You would also have learned an important point about market capitalization and pricing in future growth, pace your comment, "I'd be much more likely to invest it with Avigilon than I would with Axis."

Avigilon is trading at ~7.6 times their 2013 revenue while Axis is trading at a far lower ~3.1 times 2013 revenue.

Avigilon's stock may deliver a higher return than Axis' but Avigilon has a lot higher growth expectations to meet to get there.

Avigilon's stock may deliver a higher return than Axis' but Avigilon has a lot higher growth expectations to meet to get there.

And that's because of the part of the business lifecycle each of them are in, as you pointed out yourself.

Because of it's lower market share, let's say 1%, Avigilon has a lot more room to grow than Axis, at 7%, relatively speaking. In fact Avigilon has the potential to grow 7 times as much as Axis does right now.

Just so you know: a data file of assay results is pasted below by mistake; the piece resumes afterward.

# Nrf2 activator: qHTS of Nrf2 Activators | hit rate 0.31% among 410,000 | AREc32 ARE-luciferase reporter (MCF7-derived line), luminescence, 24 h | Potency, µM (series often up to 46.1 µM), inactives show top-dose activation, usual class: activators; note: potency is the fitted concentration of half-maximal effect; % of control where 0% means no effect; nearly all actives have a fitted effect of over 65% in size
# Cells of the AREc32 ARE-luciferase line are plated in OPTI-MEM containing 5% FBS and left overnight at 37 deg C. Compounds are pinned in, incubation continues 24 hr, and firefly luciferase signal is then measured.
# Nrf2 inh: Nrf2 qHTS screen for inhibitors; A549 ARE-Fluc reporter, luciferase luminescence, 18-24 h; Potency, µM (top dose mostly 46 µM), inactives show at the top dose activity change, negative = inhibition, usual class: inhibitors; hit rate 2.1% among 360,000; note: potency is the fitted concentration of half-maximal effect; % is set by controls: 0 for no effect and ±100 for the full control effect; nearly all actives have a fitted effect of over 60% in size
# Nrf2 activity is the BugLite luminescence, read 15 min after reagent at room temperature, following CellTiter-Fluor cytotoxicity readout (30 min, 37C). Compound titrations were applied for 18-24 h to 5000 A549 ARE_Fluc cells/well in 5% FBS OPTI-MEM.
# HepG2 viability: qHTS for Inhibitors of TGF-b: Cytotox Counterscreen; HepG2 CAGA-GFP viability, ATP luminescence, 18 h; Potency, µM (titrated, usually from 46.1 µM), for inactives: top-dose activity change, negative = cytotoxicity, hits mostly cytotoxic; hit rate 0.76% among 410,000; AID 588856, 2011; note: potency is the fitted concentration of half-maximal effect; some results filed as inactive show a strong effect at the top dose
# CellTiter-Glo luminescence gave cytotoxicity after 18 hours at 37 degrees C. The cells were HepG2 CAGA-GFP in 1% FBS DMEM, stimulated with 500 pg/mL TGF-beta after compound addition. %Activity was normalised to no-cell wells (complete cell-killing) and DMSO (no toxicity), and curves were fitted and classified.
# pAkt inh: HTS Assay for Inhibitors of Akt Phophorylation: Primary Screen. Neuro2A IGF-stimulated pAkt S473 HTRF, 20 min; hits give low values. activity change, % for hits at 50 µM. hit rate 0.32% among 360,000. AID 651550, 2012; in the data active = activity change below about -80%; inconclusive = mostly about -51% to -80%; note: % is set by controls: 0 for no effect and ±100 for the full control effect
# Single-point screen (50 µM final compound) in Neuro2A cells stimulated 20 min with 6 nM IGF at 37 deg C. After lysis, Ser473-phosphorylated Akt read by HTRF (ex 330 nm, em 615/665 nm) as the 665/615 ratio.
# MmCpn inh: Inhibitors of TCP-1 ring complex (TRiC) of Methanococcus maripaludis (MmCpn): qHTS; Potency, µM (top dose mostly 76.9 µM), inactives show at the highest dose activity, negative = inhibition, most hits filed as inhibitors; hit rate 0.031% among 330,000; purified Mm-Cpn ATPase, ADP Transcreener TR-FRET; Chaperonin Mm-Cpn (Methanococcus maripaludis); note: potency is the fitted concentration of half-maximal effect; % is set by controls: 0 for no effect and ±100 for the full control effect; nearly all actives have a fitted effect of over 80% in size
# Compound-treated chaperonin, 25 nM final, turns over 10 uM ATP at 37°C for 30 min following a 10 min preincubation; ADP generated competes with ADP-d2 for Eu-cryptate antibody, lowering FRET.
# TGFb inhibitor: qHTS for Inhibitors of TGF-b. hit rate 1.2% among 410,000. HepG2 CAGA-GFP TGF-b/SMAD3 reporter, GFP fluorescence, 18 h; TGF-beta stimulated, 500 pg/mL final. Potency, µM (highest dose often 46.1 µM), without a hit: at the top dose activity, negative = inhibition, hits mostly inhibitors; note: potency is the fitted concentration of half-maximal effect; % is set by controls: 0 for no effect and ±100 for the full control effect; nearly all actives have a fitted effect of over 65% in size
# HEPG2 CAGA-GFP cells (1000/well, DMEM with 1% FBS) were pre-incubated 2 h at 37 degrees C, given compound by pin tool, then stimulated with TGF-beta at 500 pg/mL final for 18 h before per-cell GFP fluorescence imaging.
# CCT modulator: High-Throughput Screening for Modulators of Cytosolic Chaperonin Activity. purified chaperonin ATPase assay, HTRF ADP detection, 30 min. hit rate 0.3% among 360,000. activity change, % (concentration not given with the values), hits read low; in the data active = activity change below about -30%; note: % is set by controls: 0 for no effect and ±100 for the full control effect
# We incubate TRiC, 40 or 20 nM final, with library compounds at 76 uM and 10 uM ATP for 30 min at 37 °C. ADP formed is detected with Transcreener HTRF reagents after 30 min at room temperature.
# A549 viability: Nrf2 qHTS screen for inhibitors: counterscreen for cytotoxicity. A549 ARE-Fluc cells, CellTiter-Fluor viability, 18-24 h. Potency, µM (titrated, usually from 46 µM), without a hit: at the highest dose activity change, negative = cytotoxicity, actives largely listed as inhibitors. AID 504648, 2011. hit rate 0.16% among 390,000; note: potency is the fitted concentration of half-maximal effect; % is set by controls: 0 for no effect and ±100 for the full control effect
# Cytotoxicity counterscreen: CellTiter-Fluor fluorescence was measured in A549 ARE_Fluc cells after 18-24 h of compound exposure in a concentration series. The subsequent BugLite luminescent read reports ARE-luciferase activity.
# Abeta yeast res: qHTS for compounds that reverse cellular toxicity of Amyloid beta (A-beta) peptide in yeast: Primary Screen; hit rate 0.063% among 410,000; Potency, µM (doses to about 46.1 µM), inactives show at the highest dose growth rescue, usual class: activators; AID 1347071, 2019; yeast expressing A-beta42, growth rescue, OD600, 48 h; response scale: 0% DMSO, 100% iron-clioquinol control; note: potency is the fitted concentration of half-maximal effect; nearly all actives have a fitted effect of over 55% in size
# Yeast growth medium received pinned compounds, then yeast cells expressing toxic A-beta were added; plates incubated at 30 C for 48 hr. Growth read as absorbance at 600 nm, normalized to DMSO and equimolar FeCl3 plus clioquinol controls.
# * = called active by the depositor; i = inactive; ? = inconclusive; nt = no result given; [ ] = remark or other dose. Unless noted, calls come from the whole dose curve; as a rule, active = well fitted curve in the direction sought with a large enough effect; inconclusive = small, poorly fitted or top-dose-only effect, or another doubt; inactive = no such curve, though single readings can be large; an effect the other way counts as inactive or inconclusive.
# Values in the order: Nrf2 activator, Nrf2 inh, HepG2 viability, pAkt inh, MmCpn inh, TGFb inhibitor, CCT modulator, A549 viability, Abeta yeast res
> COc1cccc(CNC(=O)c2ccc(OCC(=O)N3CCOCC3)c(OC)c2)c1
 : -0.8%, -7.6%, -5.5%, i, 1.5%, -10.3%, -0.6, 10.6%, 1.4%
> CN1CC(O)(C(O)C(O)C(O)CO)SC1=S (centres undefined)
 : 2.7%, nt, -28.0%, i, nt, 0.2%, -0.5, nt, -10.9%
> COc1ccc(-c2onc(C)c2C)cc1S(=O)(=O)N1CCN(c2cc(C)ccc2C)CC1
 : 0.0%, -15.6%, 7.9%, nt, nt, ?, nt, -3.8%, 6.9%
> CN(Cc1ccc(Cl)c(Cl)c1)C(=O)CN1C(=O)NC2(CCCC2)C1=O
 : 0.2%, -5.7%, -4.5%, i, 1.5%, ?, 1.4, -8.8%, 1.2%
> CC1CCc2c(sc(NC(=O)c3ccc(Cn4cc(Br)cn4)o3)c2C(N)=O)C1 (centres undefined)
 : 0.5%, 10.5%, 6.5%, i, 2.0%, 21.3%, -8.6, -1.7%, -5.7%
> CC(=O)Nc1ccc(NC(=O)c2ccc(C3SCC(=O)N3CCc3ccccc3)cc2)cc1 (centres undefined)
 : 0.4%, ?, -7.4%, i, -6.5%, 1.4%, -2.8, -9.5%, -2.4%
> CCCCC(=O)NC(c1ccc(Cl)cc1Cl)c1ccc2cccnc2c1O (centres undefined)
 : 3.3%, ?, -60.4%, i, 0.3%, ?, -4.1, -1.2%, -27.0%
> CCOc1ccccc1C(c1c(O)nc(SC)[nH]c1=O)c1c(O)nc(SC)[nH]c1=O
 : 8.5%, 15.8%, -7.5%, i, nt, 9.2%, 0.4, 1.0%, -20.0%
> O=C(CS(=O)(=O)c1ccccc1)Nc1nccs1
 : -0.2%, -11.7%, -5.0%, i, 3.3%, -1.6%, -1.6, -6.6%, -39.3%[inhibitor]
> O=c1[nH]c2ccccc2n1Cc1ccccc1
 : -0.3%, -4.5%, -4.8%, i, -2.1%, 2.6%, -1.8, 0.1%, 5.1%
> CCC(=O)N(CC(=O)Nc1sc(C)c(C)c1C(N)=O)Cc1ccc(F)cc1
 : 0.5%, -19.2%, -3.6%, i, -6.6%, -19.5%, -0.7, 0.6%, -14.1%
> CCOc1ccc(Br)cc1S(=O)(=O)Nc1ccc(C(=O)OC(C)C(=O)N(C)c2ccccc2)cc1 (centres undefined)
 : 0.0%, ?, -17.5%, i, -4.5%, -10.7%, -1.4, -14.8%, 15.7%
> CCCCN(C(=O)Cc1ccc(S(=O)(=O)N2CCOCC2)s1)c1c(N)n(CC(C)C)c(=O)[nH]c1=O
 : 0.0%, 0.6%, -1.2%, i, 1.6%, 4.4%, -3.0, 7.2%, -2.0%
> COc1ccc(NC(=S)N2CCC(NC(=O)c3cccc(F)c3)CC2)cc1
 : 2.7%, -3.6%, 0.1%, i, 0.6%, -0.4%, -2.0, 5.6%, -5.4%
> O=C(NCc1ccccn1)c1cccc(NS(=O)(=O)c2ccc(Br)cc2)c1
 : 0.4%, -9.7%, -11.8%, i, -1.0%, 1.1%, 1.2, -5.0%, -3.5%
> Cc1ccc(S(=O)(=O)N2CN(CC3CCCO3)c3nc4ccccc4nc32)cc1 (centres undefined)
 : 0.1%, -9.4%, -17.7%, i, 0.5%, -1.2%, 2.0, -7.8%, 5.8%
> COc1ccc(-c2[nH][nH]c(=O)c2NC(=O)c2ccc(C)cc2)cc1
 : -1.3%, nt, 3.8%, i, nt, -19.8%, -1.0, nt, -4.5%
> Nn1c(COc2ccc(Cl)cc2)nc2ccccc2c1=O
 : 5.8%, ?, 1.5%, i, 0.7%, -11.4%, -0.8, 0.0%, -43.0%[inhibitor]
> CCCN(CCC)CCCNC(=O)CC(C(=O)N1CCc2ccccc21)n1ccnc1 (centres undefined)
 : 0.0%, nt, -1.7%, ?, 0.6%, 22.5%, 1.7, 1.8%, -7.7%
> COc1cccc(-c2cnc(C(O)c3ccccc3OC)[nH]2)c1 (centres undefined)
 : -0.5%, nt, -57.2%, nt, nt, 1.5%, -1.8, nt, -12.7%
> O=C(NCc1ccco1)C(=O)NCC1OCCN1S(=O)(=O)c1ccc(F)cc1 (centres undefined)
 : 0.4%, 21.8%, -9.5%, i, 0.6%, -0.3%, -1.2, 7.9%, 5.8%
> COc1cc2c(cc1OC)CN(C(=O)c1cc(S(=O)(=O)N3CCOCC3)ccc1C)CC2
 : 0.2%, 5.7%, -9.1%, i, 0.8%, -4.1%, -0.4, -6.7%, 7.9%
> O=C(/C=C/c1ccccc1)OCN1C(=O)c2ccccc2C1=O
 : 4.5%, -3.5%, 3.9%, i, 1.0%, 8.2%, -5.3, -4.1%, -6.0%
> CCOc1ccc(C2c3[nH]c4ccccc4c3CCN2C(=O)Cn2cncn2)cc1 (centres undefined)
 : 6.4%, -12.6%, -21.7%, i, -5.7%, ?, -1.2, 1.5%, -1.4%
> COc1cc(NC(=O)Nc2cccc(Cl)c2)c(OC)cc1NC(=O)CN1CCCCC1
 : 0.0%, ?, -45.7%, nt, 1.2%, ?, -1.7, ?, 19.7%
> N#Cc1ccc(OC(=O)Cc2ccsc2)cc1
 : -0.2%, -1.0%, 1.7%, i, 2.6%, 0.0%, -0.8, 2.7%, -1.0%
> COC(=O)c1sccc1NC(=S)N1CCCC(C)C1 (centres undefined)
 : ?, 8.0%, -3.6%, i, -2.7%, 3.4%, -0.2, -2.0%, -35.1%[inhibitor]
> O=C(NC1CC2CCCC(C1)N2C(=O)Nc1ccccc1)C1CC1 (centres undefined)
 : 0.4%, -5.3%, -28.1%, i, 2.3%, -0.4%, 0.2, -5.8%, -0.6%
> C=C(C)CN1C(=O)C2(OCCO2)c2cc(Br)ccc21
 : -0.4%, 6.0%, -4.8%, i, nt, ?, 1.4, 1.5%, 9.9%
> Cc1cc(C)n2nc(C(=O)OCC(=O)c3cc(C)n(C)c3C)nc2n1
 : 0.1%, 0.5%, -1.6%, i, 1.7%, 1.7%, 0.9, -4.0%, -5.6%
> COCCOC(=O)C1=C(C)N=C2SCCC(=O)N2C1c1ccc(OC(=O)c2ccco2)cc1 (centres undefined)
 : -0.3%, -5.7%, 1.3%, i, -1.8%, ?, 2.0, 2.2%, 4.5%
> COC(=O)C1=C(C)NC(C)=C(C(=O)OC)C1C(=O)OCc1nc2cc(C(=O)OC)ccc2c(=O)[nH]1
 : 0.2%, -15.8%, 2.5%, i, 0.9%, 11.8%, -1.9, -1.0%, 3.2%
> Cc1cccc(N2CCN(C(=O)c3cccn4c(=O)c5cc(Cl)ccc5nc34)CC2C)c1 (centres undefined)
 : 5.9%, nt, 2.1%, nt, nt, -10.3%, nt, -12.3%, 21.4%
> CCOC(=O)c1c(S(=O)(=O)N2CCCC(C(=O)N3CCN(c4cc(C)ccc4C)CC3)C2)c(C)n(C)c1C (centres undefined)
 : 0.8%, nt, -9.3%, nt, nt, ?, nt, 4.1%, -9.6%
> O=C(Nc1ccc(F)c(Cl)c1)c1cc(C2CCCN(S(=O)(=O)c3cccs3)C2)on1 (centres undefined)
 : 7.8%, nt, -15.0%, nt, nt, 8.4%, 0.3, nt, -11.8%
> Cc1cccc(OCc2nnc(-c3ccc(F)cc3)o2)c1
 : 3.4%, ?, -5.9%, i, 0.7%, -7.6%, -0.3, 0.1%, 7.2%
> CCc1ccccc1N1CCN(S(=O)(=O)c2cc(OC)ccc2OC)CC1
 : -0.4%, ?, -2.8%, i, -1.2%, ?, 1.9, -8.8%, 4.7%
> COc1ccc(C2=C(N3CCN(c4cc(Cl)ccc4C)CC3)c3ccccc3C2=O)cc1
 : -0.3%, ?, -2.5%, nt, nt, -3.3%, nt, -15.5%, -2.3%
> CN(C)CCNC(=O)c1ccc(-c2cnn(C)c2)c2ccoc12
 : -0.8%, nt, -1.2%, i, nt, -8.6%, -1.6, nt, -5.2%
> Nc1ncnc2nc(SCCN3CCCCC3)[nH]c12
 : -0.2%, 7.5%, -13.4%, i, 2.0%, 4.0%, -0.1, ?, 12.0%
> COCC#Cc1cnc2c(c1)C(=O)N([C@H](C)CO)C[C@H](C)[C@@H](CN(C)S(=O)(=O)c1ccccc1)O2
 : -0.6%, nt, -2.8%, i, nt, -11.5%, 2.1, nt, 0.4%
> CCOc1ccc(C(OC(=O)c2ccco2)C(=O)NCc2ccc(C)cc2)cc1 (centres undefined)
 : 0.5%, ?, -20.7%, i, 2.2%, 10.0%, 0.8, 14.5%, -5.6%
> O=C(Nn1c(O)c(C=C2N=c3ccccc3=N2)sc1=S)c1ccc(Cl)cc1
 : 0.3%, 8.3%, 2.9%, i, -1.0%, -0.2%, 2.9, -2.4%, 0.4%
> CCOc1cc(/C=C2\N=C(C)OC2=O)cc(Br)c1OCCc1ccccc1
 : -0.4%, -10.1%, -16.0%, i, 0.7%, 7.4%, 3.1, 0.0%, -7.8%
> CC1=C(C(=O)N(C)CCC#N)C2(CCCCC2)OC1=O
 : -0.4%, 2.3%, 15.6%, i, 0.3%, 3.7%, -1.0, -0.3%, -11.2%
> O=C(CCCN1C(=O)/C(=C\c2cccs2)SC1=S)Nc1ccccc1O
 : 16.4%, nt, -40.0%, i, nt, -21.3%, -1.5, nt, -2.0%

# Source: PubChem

So again, relatively speaking, Avigilon's times revenue figure is about right and Axis is overvalued.

"relatively speaking, Avigilon's times revenue figure is about right and Axis is overvalued."

Now you are making stock market predictions! LOL

The market consensus is that Avigilon growth will decelerate. Even Avigilon itself it not giving guidance that it's going to continue to grow at 80%.

That's why 'relatively speaking' the market valuations are what they are. Everyone but you understands that larger, more mature companies growth will decelerate over time.

It's not a criticism of Avigilon, it's a reflection of reality.

Please no more comments on this. If you want to start a new discussion on Avigilon's growth / stock price, etc. please do that.